WASHINGTON -- Barack Obama handily won two more states yesterday as he and Hillary Clinton shifted their focus to Tuesday's Mid-Atlantic primary.
Obama said he was hoping for victories that would give him momentum heading into Tuesday's contests in Maryland, Virginia and the District of Columbia. He got them in the Nebraska and Washington caucuses - by 2-1 margins - and was leading in the Louisiana primary, based on partial returns.
In Republican contests, Mike Huckabee swamped John McCain in the Kansas caucuses with support from social conservatives. The Louisiana primary was too close to call, based on early returns.
"Clearly, I am pleased by these results, but it is onward and upward to Virginia and Maryland as we head into the Potomac primaries on Tuesday," Huckabee said in a statement.
Last night, the Democratic contenders addressed a party fundraising dinner in Richmond, Va., and prepared for campaign stops in Maryland today and tomorrow.
Clinton focused her remarks largely on John McCain, the likely Republican nominee, and said Democrats don't need to worry that she'll be "knocked out" of the ring, if she's their candidate.
"I am ready to go toe to toe with Senator McCain whenever and wherever he desires," she said.
Clinton is to hold a rally in Bowie this evening after a daylong swing across Virginia, the state with the largest and most closely contested Feb. 12 primary. Tomorrow morning, she'll attend an event in White Marsh.
Obama scheduled rallies for tomorrow in Baltimore and College Park.
Huckabee, who campaigned yesterday in Maryland, said he won't end his bid unless McCain locks up the nomination. He refused to concede that the race is over and said voters in future primary and caucus states "deserve more than a coronation. They deserve an election."
Republican politicians have concluded that McCain has an insurmountable delegate advantage. But he isn't likely to win enough to lock up the nomination until next month at the earliest.
Maine holds Democratic caucuses today, and Clinton and Obama delivered last-minute appeals to party activists there before flying to Virginia.
Highlighting the tightness of the Democratic battle, the latest Associated Press tally of 1,681 delegates from last Tuesday's primaries showed a near split. Obama inched ahead, gaining a two-delegate lead, with 91 delegates to be determined.
Overall, Clinton had a 57-delegate advantage before yesterday's contests, thanks to an edge in support from party and elected officials who are automatic delegates to the convention. Obama has won more delegates in primaries and caucuses, and has been slowly erasing her lead.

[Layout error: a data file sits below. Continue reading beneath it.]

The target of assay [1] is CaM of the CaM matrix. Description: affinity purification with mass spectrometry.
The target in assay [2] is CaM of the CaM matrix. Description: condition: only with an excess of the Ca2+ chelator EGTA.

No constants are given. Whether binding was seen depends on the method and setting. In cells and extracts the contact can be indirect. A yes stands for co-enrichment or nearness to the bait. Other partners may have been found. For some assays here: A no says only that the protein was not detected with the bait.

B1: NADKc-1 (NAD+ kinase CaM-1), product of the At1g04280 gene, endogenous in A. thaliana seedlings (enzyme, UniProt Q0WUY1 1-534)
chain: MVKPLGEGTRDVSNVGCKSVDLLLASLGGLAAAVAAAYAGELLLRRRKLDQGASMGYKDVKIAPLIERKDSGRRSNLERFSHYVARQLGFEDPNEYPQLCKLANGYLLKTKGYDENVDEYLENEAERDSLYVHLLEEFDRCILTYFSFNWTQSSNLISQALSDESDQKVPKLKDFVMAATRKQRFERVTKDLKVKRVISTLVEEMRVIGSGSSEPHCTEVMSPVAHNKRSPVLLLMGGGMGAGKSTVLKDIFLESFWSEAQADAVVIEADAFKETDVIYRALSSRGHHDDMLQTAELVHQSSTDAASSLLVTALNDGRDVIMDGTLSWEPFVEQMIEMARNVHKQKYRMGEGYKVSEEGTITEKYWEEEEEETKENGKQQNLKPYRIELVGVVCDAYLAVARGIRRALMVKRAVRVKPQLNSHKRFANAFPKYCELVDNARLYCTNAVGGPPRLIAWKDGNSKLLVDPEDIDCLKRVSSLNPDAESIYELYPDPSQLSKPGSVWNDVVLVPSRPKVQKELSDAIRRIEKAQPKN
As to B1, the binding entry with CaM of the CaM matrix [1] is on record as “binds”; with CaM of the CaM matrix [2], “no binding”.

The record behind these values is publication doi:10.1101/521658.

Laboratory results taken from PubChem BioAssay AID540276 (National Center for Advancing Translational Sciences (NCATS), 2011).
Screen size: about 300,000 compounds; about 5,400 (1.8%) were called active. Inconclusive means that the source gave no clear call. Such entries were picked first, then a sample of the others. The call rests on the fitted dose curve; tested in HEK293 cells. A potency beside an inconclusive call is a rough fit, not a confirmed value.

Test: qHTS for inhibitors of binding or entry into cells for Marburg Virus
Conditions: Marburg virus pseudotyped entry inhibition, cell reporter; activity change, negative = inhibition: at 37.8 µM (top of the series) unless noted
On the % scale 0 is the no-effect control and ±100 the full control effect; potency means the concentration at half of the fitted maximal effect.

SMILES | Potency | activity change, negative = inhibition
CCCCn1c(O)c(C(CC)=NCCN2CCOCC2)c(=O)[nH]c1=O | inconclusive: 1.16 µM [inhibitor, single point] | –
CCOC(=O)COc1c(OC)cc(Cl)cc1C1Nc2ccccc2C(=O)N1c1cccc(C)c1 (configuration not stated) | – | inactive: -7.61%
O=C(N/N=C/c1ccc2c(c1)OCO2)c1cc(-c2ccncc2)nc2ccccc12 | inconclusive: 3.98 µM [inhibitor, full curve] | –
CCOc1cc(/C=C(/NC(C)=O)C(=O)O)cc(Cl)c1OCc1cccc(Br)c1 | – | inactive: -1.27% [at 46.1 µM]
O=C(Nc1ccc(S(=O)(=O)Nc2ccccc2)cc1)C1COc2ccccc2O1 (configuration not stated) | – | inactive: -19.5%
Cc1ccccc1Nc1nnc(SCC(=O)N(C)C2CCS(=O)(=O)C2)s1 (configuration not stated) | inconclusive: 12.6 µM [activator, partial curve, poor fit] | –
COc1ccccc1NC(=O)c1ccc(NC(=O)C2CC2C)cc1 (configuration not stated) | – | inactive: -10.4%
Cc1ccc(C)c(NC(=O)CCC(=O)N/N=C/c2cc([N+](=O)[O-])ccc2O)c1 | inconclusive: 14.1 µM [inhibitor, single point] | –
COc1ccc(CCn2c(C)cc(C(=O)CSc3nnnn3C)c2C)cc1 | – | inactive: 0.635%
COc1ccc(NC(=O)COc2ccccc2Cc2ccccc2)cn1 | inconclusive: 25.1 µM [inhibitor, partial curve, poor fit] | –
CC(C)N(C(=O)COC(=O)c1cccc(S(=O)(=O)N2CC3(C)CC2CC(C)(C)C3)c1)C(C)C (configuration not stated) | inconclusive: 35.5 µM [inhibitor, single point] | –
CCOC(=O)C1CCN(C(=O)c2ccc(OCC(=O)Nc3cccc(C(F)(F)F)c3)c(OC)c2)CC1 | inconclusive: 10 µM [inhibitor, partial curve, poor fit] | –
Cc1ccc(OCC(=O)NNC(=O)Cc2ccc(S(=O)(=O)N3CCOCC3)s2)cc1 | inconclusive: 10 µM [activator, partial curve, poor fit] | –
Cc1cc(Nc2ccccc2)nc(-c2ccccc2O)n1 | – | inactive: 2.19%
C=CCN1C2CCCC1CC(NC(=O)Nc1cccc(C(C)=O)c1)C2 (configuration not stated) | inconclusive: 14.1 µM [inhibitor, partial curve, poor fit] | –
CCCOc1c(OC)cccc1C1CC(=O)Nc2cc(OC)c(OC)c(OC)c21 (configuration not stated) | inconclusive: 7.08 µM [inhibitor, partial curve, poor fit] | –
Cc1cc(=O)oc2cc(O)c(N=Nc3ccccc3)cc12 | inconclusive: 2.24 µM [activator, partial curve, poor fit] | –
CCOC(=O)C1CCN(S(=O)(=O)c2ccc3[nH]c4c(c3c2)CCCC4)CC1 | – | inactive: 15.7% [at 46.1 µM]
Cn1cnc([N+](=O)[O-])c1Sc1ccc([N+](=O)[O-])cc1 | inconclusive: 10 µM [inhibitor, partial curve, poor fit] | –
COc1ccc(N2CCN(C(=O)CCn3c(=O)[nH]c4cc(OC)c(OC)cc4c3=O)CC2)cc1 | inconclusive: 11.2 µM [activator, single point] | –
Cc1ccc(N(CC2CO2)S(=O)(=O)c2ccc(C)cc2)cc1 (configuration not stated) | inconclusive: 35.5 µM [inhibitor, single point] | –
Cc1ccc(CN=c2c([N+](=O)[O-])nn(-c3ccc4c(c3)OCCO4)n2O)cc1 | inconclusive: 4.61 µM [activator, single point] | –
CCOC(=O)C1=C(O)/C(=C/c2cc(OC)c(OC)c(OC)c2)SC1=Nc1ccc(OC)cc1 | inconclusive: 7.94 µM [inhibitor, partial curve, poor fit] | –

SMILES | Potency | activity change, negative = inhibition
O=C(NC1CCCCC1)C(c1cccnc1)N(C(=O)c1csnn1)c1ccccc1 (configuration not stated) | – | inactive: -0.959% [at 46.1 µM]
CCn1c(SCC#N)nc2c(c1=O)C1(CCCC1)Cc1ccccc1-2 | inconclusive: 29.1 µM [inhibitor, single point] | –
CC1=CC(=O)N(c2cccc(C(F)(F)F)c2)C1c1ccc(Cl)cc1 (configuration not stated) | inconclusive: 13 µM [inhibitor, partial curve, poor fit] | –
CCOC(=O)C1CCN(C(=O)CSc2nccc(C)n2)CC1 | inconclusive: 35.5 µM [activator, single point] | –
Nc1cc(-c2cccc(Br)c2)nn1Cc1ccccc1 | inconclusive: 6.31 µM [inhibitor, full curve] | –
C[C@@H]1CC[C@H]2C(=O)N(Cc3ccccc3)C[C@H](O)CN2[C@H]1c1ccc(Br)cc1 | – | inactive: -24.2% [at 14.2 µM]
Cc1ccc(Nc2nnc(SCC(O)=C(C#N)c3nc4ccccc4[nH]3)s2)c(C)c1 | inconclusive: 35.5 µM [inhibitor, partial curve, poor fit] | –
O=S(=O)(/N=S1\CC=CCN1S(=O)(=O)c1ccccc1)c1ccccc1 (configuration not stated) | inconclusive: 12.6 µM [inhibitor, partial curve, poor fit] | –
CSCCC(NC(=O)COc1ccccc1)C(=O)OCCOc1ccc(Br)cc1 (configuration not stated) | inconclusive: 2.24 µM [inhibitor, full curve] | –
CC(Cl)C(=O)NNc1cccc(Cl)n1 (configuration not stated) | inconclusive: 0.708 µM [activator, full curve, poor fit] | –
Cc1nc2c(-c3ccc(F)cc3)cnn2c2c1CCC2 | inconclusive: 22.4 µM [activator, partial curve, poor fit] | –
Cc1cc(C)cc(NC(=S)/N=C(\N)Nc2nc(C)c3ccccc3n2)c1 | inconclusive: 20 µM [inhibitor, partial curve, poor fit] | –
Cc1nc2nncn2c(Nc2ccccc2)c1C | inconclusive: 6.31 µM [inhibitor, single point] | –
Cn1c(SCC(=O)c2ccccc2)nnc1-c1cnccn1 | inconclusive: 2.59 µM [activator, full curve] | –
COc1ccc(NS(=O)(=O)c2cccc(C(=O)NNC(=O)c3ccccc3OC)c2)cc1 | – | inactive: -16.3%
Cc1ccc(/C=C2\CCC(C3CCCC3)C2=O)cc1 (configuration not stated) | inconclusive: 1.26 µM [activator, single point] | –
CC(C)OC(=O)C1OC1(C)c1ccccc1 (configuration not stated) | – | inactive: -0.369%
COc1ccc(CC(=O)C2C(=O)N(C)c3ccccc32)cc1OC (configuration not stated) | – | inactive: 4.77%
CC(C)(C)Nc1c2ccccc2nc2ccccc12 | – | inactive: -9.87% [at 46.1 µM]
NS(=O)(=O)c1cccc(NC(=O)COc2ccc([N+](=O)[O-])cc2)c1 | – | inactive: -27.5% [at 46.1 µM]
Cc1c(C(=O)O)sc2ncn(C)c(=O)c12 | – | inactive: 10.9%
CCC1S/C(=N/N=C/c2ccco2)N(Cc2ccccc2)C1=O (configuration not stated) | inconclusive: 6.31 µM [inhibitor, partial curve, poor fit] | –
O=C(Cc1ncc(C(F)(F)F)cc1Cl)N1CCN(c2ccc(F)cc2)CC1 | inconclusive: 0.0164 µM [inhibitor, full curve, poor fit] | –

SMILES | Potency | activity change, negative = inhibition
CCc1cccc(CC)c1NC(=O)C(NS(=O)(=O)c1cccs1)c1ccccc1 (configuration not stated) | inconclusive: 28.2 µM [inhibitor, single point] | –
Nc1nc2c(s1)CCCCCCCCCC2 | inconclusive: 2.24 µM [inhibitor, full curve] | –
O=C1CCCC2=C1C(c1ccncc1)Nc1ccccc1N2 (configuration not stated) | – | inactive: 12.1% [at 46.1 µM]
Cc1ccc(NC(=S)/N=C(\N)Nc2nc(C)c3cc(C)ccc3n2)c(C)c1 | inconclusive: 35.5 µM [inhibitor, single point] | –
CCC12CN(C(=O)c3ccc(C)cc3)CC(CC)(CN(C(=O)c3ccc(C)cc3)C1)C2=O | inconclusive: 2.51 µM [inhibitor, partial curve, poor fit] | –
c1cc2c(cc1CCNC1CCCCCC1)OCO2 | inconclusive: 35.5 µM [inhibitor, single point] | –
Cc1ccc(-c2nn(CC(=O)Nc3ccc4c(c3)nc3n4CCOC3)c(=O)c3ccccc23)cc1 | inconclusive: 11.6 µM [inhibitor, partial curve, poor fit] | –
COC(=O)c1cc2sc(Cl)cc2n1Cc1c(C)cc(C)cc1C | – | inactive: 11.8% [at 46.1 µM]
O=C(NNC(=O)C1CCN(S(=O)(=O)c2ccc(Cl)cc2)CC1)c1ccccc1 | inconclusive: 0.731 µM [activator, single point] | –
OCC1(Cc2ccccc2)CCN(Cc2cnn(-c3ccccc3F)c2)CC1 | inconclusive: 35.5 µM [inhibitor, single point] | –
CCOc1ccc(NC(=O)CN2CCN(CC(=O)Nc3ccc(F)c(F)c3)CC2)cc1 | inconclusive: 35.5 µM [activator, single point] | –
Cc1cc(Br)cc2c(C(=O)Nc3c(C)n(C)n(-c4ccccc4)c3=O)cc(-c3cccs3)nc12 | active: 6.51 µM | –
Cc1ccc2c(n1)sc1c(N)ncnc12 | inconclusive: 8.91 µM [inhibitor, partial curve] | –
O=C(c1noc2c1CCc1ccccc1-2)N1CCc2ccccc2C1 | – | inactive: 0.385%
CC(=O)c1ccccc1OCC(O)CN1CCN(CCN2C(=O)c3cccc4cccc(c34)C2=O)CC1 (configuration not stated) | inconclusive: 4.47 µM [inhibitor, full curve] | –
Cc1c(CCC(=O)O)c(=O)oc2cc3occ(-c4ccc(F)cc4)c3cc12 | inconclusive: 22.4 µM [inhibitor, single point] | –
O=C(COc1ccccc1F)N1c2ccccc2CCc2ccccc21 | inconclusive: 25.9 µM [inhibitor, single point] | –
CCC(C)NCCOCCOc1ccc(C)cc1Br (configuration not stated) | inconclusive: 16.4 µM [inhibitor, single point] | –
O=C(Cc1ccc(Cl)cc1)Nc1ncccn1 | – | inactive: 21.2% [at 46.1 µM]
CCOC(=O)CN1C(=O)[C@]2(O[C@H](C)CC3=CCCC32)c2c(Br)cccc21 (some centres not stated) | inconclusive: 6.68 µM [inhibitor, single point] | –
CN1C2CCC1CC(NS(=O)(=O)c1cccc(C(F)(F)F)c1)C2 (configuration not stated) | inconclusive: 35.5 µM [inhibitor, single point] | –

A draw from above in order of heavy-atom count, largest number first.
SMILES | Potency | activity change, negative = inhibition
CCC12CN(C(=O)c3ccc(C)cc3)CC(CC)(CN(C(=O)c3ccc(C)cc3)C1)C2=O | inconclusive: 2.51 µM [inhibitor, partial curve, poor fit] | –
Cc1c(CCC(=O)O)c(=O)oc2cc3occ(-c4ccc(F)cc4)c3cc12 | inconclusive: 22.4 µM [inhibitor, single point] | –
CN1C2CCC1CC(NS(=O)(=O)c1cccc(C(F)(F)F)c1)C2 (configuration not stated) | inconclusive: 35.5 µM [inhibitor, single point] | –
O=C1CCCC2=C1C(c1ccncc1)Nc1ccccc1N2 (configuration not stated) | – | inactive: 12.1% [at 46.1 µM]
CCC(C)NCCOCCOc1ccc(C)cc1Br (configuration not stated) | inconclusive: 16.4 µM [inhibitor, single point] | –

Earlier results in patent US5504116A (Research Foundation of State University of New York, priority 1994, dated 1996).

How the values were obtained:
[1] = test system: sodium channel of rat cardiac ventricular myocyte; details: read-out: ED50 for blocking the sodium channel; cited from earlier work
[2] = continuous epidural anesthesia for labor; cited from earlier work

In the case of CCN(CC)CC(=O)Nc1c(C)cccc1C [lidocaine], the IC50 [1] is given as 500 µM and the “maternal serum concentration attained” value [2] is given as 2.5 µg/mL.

That advantage is expected to shrink even more over the next few days and could even be reversed Tuesday if Obama sweeps the Potomac primaries. He's favored in all three, with Virginia expected to be the most closely competitive.
Maryland, with a large African-American population and concentrations of affluent liberals and college students, plays to strengths he has shown in other states.
Clinton is helped by party rules that allow only registered Democrats to vote, negating Obama's edge among independents. She is also drawing heavy primary support from women and working-class whites.
Polls show Obama with a double-digit lead in Maryland, a sharp reversal from last fall, when Clinton led by almost 20 percentage points.
Obama campaign officials are playing down his chances, hoping to keep expectations in check, pointing out that pre-election polling has been wildly inaccurate this year. Obama was favored to win New Hampshire and lost badly. In California, where at least one well-respected statewide survey showed a statistical tie, he lost by 10 points.
"We are fighting like a race where we're 10 points down, not 10 points ahead," Steve Hildebrand, a senior Obama strategist, said in a conference call.
The itineraries of the candidates and their top surrogates are road maps to their competing strategies and the battlegrounds on Feb. 12, when a larger number of delegates will be awarded to the winning candidate by congressional districts, rather than statewide.
Former President Bill Clinton planned four campaign stops today in Maryland, including services at a black church in Prince George's County, a Democratic club in Dundalk and one of the state's largest retirement communities, in Montgomery County.
Clinton and her husband will be trying to hold down Obama's margins among African-Americans, upscale suburban liberals and college students, while boosting her vote among working-class whites, seniors and older party activists.
Obama's Maryland events are designed to drive up enthusiasm among his core supporters, with arena-style rallies at the University of Maryland campus in College Park and in downtown Baltimore on election eve.